As well as tasting fab on toast, that cherry jam (see yesterday’s entry) makes a marvellous hot drink. Here are the instructions:
1. Boil some water.
2. In a mug, place a heaped dessertspoon of cherry jam.
3. Add the boiling water obtained in step 1.
4. Stir vigorously.
5. Enjoy – add a bit more jam if needed.
It’s sort of like a very grown-up version of Ribena, but hot and made with cherries instead of blackcurrants. There will of course be a cherry sludge at the bottom of the mug, but you can either eat this or throw it away – whatever you like.
We finished the last jar of home-made redcurrant jam this week. Its passing was mourned by both myself and Mr Beans, but not for long. That’s because last night, I made six more jars of jam, this time with some morello cherries that I scavenged off someone’s tree, in a leafy local street. Some of the tree’s boughs hang right over the pavement, so at the right time of year you can just help youself to a handful of the cherries. Which I did one afternoon, and realised that they would make excellent jam. Morello cherries are small and dark burgundy in colour. They shouldn’t be confused with the larger dessert cherries that you buy in punnets in the greengrocer/supermarket – morello cherries have a really acidic, strong flavour which means they’re ideal for making jams. (And also wine.)
The amount of cherries needed to make jam is a bit more than a handful, so I did the decent thing and asked the homeowner if I could have some cherries, offering to pay her for them. “Don’t worry about that”, she said. “You can have them for nothing. Try and pick from the branches hanging over my drive though – it’ll mean that fewer cherries end up falling onto my car! Oh, and give me a jar of the jam when you’ve made it.”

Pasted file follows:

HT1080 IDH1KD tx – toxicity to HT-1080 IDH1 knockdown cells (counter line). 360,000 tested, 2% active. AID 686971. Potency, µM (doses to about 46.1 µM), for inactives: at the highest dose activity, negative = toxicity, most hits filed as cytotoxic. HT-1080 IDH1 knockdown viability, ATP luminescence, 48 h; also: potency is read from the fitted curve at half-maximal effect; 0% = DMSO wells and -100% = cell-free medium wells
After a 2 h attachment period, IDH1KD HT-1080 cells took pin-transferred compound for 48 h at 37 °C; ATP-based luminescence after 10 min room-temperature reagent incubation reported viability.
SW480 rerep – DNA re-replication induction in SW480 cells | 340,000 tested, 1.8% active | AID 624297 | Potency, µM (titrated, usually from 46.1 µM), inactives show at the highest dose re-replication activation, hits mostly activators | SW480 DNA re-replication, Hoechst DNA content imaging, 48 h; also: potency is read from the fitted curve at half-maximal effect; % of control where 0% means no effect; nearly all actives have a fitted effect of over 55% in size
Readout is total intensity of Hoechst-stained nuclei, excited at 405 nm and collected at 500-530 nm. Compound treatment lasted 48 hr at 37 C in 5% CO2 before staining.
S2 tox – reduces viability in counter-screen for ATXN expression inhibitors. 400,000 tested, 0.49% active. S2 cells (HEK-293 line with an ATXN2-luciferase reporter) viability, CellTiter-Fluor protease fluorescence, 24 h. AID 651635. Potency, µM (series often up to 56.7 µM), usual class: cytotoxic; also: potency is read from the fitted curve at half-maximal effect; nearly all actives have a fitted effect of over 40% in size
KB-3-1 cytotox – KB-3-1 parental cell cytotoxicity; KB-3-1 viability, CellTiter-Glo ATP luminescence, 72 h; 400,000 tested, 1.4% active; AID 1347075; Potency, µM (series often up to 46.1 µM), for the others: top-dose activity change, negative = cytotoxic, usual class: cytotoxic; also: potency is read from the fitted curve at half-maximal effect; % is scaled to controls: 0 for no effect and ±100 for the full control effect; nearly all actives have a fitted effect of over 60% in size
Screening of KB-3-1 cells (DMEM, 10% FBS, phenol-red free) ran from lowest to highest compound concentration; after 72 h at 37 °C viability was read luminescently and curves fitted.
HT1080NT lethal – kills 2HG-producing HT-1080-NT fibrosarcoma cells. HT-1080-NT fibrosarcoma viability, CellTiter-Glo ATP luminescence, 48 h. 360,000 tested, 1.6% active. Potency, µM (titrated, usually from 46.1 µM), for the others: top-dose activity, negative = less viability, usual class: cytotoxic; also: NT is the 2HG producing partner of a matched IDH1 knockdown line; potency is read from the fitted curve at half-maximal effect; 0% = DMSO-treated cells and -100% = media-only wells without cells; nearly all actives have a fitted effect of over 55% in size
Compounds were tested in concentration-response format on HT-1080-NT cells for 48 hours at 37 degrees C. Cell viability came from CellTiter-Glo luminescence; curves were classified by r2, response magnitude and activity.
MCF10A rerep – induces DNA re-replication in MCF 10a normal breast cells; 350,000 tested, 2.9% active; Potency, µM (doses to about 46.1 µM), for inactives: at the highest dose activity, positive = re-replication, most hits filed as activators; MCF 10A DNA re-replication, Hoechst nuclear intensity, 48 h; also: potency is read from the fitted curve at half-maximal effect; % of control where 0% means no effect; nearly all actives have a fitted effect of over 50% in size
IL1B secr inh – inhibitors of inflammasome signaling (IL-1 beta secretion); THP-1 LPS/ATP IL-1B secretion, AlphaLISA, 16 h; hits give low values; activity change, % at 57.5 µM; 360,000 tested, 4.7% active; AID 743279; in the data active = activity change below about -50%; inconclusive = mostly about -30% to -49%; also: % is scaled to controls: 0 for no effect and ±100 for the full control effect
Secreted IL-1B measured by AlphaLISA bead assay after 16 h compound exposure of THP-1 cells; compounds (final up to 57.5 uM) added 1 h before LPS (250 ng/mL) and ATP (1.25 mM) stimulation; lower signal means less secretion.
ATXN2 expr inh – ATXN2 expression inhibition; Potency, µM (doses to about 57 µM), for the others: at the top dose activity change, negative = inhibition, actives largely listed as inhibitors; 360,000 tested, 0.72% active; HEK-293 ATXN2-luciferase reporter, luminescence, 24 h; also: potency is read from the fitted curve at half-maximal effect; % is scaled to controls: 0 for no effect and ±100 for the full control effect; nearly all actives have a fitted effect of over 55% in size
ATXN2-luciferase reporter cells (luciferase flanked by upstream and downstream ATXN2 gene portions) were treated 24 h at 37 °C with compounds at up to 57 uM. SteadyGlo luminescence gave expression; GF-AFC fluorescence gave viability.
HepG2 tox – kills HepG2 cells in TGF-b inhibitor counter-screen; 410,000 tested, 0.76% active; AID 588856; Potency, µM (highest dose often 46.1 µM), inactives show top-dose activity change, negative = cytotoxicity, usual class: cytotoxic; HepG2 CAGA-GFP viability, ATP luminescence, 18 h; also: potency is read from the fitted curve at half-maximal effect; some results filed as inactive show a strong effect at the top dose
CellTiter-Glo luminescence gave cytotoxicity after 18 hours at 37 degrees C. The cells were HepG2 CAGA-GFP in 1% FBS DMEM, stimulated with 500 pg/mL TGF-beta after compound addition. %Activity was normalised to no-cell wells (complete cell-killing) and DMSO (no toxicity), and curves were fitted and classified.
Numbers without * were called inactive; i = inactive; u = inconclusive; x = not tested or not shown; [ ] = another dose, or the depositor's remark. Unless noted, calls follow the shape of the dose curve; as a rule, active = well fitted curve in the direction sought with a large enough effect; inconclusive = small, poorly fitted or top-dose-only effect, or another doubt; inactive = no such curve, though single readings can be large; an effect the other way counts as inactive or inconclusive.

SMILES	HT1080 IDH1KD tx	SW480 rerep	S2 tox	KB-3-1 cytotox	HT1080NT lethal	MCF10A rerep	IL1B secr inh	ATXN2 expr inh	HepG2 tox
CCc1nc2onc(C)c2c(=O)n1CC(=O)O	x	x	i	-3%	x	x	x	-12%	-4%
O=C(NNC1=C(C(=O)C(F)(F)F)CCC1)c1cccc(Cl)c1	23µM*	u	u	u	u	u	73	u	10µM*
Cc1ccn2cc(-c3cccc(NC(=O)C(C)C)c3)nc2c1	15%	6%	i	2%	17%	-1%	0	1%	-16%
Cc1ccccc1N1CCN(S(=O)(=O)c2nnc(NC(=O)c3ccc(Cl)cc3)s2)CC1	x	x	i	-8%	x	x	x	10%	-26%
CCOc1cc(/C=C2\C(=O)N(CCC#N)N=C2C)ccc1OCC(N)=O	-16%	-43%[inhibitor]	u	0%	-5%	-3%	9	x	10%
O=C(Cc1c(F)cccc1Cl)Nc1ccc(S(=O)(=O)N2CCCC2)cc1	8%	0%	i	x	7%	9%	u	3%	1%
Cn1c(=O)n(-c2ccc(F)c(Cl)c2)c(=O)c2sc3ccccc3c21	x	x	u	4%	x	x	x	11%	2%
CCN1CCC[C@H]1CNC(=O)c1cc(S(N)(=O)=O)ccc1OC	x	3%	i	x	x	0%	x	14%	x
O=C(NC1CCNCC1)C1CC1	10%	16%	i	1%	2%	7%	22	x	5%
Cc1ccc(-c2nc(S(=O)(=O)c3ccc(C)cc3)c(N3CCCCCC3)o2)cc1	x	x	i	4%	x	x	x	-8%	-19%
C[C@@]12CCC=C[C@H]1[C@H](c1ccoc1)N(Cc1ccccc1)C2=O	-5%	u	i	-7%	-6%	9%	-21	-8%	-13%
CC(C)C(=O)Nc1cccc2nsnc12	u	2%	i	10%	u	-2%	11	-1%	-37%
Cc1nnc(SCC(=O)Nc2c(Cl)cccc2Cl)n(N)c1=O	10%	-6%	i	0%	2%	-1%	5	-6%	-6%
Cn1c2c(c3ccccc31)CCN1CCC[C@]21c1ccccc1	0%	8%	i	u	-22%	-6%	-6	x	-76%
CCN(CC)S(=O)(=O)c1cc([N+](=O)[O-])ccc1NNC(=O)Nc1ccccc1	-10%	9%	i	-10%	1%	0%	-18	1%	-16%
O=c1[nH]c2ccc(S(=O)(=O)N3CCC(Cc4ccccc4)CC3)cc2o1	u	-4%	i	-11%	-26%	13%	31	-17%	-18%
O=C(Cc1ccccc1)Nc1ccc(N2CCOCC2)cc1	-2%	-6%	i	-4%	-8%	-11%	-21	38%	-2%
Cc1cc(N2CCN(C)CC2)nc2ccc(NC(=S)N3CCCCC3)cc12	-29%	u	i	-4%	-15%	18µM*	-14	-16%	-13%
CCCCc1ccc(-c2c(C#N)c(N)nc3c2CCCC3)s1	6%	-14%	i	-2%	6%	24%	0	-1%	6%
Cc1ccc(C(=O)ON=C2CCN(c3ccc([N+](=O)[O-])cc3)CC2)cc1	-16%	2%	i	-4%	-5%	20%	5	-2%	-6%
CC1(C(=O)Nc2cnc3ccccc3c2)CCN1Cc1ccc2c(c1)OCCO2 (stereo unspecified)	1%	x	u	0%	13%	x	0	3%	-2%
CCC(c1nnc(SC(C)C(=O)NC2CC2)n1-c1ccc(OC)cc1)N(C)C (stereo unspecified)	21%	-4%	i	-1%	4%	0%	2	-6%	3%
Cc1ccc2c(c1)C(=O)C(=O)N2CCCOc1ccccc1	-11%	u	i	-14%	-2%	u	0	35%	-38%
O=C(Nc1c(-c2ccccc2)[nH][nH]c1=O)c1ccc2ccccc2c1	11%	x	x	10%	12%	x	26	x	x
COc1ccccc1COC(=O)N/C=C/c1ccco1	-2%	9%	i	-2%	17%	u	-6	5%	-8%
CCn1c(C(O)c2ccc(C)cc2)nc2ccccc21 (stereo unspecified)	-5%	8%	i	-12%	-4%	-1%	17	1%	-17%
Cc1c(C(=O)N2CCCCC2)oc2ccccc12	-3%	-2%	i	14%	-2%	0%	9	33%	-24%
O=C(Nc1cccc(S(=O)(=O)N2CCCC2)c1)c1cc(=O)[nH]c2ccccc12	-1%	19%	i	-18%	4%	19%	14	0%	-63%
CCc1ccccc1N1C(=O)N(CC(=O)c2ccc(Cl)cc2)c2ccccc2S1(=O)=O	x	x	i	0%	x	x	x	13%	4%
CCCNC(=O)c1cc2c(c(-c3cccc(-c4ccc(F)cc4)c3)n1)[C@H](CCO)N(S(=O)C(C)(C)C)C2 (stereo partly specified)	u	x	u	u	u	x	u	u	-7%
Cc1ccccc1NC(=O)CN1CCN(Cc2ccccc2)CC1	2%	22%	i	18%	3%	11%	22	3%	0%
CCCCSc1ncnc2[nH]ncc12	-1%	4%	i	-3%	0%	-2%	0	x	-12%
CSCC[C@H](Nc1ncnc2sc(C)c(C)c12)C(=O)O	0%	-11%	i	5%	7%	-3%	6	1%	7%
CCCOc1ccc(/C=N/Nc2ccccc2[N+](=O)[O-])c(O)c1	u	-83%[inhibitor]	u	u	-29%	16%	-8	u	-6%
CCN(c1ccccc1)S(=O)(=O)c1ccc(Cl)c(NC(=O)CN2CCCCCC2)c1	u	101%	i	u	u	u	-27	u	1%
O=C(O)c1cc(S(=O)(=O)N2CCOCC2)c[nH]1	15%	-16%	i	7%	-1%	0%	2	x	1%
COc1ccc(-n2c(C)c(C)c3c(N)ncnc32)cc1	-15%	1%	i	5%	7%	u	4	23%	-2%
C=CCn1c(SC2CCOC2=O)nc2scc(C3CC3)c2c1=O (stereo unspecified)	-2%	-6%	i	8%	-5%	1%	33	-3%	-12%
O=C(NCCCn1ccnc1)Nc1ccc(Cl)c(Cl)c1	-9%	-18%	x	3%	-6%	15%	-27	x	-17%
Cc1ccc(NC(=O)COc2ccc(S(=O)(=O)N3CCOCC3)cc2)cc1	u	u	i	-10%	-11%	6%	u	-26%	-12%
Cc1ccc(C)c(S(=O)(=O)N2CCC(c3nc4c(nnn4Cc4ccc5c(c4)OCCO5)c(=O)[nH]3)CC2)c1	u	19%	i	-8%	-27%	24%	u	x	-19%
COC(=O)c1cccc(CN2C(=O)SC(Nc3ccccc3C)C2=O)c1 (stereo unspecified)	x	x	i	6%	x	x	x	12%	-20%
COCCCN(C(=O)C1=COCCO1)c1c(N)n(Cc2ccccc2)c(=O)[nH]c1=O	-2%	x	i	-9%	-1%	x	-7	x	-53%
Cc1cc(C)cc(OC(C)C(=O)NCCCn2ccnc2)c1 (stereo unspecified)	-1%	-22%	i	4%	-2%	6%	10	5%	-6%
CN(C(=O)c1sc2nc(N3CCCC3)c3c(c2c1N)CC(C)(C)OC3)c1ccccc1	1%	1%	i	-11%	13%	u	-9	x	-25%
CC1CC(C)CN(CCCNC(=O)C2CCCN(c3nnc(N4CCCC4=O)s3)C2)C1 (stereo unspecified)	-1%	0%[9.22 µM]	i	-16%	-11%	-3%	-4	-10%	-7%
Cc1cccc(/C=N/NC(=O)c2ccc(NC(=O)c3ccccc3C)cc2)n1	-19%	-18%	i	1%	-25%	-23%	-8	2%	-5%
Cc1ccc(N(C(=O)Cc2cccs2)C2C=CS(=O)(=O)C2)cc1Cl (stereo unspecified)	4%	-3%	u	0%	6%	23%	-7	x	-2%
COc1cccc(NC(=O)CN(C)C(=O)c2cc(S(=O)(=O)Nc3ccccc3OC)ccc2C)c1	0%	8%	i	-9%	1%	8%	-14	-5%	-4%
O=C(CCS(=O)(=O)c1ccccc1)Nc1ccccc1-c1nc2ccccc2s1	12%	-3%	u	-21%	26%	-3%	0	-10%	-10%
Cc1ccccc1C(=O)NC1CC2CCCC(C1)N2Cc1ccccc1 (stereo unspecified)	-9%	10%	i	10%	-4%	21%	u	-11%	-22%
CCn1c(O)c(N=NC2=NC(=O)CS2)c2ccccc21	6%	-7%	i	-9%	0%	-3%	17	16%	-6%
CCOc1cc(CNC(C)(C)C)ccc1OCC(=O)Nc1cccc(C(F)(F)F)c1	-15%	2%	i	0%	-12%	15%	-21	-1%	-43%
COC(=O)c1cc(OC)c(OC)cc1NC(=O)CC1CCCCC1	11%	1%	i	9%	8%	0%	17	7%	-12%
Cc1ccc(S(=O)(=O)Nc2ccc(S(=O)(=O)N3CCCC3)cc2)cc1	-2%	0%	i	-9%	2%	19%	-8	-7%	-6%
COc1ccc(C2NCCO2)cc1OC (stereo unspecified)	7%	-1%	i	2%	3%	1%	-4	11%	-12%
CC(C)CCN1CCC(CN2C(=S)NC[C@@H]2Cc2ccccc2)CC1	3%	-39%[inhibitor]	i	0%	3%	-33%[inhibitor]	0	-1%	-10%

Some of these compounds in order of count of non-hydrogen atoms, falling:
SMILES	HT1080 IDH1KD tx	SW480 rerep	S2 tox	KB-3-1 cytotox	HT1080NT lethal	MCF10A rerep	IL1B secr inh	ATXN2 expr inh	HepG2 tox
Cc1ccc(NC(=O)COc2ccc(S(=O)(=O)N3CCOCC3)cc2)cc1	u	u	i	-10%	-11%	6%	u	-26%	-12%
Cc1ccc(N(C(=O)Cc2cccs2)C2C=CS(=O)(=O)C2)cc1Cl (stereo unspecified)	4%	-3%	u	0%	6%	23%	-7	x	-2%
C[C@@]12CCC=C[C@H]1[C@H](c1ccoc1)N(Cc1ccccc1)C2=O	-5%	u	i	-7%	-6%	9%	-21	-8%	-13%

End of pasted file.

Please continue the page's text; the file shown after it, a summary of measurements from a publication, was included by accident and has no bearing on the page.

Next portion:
I did as she asked and ended up with 3 kilos of cherries… and that was after I’d stoned them. Stoning cherries is a messy business; all I can say is it’s a good thing our living room rug is predominantly dark red. (I sat in front of the TV while doing the deed, with a plastic apron on and a huge foam gardening mat covered with a towel acting as a tray. But a couple of times, the cherries sprayed juice as I poked the knife into them, with inevitable results.)
With a bit of help from Marguerite Patten and some adaptation on my part, I ended up with this recipe:
3 kg morello cherries (after stoning – before stoning, it’s about 4 kg)
1.3 kg sugar
Juice of half a lemon.
Wash and stone cherries. Simmer in a very large pan for 15 minutes, with stirring. Add the sugar and stir in to dissolve. Add the lemon juice and bring to the boil, with constant stirring until the jam starts to set. Warning: you need to allow about 45 minutes for this. Ms Patten’s recipe was rather optimistic in saying that you would need 15 minutes. However, it could be because her recipe had waaaaay more sugar in it (a cherries : sugar ratio of 1.4 : 1 rather than about 2.3 : 1, which is what I used). If you like your jam sweet rather than tart as we do, then you should put extra sugar in. You might find that it doesn’t take so long to set.